[Eseunt. must call to the nurse, and bid her still it. SCENE III. – A Street.

2 Watch. How if the nurse be asleep, and will

not hear us? Enter DOGBERRY and VERGES, with the Watch.

Dogb. Why then, depart in peace, and let the Dogb. Are you good men and true ?

child wake her with crying: for the ewe that will Verg. Yea, or else it were pity but they should not hear her lamb when it baes, will never answer a suffer salvation, body and soul.

calf when he bleats. Dogb. Nay, that were a punishment too good Verg. 'Tis very true. for them, if they should have any allegiance in them, Dog). This is the end of the charge. You, conbeing chosen for the prince's watch.

stable, aré to present the prince's own person ; if Very. Well, give them their charge, neighbour you meet the prince in the night, you may stay him. Dogberry,

Verg. Nay by'r lady, that, I think, he cannot. Dogb. First, who think you the most desartless Dogb. Five shillings to one on't, with any man man to be constable ?

that knows the statues, he may stay him: marry, 1 Watch. Hugh Oatcake, sir, or George Sea- not without the prince be willing : for, indeed, the coal ; for they can write and read.

watch ought to offend no man; and it is an offence Dogb. Come hither, neighbour Seacoal: God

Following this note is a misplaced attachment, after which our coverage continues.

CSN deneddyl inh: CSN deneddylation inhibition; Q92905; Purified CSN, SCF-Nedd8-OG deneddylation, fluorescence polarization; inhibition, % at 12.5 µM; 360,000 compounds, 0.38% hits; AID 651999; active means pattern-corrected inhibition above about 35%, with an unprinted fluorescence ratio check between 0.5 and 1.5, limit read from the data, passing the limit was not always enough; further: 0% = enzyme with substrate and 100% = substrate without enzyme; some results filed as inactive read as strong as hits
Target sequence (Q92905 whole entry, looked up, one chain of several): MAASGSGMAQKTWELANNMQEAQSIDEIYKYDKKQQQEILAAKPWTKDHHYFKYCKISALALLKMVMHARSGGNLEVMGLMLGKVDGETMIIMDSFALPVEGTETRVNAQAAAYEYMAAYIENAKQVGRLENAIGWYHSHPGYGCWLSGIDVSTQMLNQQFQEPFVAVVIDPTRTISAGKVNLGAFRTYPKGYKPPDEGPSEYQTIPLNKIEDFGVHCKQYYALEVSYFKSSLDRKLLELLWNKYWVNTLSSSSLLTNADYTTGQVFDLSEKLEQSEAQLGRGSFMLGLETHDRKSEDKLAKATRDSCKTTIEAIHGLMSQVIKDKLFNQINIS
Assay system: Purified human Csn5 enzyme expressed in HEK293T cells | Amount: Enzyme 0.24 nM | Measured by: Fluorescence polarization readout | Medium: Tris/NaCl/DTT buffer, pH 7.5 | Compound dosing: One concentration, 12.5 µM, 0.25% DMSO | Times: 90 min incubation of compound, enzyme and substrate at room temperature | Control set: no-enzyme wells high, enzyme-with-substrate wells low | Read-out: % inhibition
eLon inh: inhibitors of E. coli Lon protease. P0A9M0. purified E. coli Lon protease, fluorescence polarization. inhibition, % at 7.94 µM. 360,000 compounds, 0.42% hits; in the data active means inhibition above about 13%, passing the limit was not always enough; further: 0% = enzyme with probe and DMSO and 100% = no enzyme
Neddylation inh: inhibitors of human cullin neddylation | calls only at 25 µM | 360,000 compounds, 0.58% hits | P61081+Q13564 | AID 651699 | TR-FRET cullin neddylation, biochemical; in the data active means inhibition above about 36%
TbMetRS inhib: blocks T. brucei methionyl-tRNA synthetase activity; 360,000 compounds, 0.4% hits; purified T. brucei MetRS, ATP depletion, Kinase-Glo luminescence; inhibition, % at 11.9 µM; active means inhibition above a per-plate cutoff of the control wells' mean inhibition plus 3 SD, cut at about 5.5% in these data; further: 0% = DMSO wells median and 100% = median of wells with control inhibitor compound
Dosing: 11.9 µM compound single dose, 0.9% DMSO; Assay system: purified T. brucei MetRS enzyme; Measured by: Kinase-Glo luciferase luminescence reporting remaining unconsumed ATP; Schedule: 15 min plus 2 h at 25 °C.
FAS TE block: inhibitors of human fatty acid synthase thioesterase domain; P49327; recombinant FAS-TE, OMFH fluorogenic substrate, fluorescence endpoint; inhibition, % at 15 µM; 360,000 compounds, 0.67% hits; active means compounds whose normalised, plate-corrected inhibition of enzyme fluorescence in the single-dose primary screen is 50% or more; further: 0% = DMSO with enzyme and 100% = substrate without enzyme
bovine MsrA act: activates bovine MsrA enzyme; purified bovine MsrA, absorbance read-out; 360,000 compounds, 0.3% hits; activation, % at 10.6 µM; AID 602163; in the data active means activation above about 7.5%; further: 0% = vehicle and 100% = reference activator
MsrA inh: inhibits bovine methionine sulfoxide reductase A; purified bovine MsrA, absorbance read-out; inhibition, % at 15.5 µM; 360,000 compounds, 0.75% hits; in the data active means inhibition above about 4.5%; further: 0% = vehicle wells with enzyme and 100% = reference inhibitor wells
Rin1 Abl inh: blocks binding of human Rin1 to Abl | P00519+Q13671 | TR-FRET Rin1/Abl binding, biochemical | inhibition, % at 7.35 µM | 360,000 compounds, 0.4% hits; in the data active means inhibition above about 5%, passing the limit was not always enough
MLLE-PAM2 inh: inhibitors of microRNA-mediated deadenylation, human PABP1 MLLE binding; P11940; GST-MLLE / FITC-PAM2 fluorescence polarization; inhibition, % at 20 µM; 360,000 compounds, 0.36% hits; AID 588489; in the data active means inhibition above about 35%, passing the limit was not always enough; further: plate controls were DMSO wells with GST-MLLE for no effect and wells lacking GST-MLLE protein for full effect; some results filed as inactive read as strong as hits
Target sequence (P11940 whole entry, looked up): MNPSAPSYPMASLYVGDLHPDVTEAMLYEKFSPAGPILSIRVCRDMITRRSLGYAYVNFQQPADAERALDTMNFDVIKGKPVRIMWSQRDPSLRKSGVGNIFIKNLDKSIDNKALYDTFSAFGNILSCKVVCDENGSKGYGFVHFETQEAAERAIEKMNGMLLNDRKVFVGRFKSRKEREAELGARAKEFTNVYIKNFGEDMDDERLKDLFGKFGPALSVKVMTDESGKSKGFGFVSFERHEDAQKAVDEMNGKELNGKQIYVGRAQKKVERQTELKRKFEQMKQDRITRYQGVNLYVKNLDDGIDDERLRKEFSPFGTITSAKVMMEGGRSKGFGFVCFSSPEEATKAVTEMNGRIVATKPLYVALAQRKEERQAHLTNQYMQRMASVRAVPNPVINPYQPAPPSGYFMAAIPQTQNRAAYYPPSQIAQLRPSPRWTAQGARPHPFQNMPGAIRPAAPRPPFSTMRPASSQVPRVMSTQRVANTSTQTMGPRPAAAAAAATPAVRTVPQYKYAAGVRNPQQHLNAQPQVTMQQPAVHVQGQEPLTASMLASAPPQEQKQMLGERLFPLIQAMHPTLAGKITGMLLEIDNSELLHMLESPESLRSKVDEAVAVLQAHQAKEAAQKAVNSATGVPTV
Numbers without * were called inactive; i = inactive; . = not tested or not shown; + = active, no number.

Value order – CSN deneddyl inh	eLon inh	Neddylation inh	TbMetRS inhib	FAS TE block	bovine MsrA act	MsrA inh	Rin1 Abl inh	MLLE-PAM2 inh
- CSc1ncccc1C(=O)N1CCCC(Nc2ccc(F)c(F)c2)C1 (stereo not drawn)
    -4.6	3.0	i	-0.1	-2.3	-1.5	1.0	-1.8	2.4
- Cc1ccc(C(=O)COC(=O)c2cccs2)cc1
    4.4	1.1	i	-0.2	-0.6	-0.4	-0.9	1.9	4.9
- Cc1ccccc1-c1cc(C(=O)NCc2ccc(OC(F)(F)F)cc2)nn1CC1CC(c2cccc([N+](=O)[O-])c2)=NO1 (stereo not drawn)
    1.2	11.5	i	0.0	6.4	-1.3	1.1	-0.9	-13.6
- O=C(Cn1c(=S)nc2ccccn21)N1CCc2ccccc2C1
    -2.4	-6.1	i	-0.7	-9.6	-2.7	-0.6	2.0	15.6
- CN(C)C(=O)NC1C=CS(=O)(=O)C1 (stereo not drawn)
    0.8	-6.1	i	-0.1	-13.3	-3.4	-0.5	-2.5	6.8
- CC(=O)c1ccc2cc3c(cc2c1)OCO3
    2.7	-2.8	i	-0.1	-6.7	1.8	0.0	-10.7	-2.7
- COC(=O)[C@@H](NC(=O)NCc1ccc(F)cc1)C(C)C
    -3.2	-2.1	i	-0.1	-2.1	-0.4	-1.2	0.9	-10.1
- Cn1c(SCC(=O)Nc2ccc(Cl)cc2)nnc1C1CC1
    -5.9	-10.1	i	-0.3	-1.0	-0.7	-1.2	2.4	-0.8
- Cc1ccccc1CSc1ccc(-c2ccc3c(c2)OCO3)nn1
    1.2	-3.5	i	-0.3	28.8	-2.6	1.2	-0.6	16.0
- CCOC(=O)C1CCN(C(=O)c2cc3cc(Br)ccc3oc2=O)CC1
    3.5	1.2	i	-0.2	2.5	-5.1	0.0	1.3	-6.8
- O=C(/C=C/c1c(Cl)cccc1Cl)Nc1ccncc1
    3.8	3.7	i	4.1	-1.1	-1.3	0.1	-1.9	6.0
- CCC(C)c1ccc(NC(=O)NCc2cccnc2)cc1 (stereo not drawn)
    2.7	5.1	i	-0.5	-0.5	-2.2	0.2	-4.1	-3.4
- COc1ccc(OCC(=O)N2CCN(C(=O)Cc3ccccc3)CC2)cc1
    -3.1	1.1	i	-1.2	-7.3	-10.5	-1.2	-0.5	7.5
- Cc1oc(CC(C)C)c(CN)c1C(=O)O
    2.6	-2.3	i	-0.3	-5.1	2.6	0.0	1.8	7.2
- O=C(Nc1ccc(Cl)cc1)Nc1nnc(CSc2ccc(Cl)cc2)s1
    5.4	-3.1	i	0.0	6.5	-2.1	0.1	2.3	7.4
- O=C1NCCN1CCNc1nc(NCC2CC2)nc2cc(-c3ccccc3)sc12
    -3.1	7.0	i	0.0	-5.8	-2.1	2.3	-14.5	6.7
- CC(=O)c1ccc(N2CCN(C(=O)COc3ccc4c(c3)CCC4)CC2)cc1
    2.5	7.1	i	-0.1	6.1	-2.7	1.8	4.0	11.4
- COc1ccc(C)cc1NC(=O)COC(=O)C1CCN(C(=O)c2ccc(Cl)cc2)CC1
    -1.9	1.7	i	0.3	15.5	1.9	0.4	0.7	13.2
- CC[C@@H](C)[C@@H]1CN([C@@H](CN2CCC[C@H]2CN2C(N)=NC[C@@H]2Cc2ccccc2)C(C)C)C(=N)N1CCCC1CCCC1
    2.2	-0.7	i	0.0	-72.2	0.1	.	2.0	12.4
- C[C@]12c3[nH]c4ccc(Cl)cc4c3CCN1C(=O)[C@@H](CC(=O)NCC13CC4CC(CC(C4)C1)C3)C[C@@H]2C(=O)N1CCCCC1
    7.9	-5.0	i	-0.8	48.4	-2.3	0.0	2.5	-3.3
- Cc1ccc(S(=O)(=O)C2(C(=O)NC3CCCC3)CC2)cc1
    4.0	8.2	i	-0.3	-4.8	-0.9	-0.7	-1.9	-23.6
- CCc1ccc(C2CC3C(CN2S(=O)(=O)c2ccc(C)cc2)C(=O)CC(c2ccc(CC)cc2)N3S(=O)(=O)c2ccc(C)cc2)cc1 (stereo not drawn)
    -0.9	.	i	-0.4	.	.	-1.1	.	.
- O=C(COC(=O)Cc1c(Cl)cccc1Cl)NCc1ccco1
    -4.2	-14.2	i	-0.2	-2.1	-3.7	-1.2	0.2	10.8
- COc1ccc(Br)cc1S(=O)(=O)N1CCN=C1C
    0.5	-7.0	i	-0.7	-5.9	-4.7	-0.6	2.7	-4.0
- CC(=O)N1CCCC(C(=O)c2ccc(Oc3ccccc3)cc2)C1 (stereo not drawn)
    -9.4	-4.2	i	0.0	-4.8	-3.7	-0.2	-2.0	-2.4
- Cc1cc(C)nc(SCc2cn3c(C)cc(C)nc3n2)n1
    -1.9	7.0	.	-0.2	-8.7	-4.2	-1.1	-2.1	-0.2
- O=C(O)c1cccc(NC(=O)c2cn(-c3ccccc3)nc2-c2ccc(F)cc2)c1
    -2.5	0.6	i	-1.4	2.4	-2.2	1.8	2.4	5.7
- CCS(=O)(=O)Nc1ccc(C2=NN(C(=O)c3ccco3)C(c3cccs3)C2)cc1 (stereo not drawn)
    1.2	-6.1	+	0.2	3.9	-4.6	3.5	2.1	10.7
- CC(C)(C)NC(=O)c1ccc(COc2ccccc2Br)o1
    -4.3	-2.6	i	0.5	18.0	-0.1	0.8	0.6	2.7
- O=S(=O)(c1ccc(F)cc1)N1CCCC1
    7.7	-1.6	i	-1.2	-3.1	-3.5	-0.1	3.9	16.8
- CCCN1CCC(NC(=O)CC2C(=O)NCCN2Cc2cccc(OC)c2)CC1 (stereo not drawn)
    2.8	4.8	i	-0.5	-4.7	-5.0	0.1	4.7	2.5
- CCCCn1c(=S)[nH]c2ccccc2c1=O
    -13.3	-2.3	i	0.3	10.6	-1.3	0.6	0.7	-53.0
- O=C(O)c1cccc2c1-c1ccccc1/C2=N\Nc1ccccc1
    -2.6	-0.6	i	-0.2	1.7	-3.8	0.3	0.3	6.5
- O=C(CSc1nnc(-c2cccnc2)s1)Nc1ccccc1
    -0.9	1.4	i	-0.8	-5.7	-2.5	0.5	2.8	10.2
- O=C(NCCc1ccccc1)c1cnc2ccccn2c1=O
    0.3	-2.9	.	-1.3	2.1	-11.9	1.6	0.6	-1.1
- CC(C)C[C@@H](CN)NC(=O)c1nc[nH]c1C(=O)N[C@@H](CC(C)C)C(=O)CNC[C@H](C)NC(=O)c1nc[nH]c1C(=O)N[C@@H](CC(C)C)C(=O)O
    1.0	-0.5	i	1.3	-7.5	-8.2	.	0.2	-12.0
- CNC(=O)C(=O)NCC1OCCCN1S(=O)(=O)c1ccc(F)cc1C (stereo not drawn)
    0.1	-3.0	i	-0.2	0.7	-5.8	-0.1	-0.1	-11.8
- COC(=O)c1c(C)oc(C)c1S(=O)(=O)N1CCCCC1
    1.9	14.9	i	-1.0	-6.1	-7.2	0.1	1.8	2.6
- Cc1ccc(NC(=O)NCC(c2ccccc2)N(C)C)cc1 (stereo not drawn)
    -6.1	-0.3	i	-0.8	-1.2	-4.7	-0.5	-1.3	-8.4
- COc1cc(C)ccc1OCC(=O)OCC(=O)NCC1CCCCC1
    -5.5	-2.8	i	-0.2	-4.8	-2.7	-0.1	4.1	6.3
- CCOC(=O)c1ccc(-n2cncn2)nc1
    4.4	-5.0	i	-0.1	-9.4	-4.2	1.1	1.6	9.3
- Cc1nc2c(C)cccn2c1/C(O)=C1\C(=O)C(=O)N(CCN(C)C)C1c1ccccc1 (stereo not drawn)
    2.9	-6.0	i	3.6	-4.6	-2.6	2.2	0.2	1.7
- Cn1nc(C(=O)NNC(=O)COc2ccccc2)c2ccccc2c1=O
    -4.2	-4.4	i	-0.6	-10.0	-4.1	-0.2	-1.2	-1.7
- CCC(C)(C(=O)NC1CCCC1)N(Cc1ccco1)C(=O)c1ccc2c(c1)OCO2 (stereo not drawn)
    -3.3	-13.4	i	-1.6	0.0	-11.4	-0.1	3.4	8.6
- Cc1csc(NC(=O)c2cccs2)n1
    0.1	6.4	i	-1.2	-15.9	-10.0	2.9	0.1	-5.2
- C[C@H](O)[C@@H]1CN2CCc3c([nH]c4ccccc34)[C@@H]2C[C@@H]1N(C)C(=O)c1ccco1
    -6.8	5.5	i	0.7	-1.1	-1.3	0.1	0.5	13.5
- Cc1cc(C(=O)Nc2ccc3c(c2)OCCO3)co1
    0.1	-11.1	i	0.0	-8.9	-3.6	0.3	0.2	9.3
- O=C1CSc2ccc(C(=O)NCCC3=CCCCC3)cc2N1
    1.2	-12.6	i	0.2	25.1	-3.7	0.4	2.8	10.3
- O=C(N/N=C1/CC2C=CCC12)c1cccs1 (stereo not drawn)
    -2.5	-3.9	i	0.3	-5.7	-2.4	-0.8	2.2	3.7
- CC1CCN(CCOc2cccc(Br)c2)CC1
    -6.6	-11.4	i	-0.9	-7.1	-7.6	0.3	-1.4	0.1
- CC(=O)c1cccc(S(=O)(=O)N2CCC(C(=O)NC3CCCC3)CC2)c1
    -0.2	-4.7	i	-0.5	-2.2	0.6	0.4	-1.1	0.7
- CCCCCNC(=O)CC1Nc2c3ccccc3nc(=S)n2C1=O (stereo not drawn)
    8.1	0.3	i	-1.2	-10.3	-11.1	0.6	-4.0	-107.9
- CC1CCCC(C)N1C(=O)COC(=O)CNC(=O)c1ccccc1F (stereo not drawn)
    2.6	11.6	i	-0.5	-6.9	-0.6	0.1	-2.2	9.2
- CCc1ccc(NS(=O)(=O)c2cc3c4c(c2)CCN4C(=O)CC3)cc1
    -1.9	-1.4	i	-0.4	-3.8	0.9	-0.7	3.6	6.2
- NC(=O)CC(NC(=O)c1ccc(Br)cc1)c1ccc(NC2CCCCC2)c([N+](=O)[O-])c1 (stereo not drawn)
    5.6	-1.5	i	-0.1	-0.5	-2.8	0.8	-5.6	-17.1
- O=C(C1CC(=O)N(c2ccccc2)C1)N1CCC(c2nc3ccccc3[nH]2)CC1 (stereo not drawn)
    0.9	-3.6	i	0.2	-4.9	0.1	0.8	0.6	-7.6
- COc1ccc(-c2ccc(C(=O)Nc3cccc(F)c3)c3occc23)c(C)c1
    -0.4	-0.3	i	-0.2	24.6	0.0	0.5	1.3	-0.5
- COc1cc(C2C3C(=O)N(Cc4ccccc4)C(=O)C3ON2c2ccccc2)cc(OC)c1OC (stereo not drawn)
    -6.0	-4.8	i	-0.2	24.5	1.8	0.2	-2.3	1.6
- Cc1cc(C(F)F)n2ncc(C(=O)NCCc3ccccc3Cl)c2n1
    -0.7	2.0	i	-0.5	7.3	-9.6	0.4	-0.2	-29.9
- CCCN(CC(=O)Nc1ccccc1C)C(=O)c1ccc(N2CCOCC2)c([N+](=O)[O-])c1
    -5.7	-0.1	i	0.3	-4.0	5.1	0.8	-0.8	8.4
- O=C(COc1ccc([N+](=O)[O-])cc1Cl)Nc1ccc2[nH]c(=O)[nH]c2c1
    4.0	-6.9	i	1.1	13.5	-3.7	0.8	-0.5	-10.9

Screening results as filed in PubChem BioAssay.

to stay a man against his will. hath blessed you with a good name: to be a well- Verg. By'r lady, I think, it be so. favoured man is the gift of fortune ; but to write Dogo. Ha, ha, ha! Well, masters, good night : and read comes by nature.

an there be any matter of weight chances, call up 2 Watch. Both which, master constable,

me: keep your fellows' counsels and your own, and Dogb. You have; I knew it would be your an- good night. — Come, neighbour. swer. Well, for your favour, sir, why, give God 2 Watch. Well, masters, we hear our charge: let thanks, and make no boast of it; and for your us go sit here upon the church-bench till two, and writing and reading, let that appear when there is then all to-bed. no need of such vanity. You are thought here to Dogb. One word more, honest neighbours: I way you, wateh about signior Leonato's door; for but chiefly by my villainy, which did confirm any the wedding being there to-morrow, there is a great slander that Don John had made, away went Claucall to-aight : Adieu, be vigitant, I beseech you. dio enraged ; swore he would meet her as he was

[Ereunt DOGRERBY and VERGES. appointed, next morning at the temple, and there, Enter BORACHIO ana CONRADE,

before the whole congregation, shame her with what

he saw over-night, and send her home again without Bare. What! Conrade,

a husband. Watch. Peace, stir not.

[ Aside. 1 Watch. We charge you in the prince's name, B. Conrade, I say !

stand. Con. Here, man, I am at thy elbow.

2 Watch. Call up the right master Constable : we Bara. Mass, and my elbow itched; I thought, have here recovered the most dangerous piece of bere would a scab follow.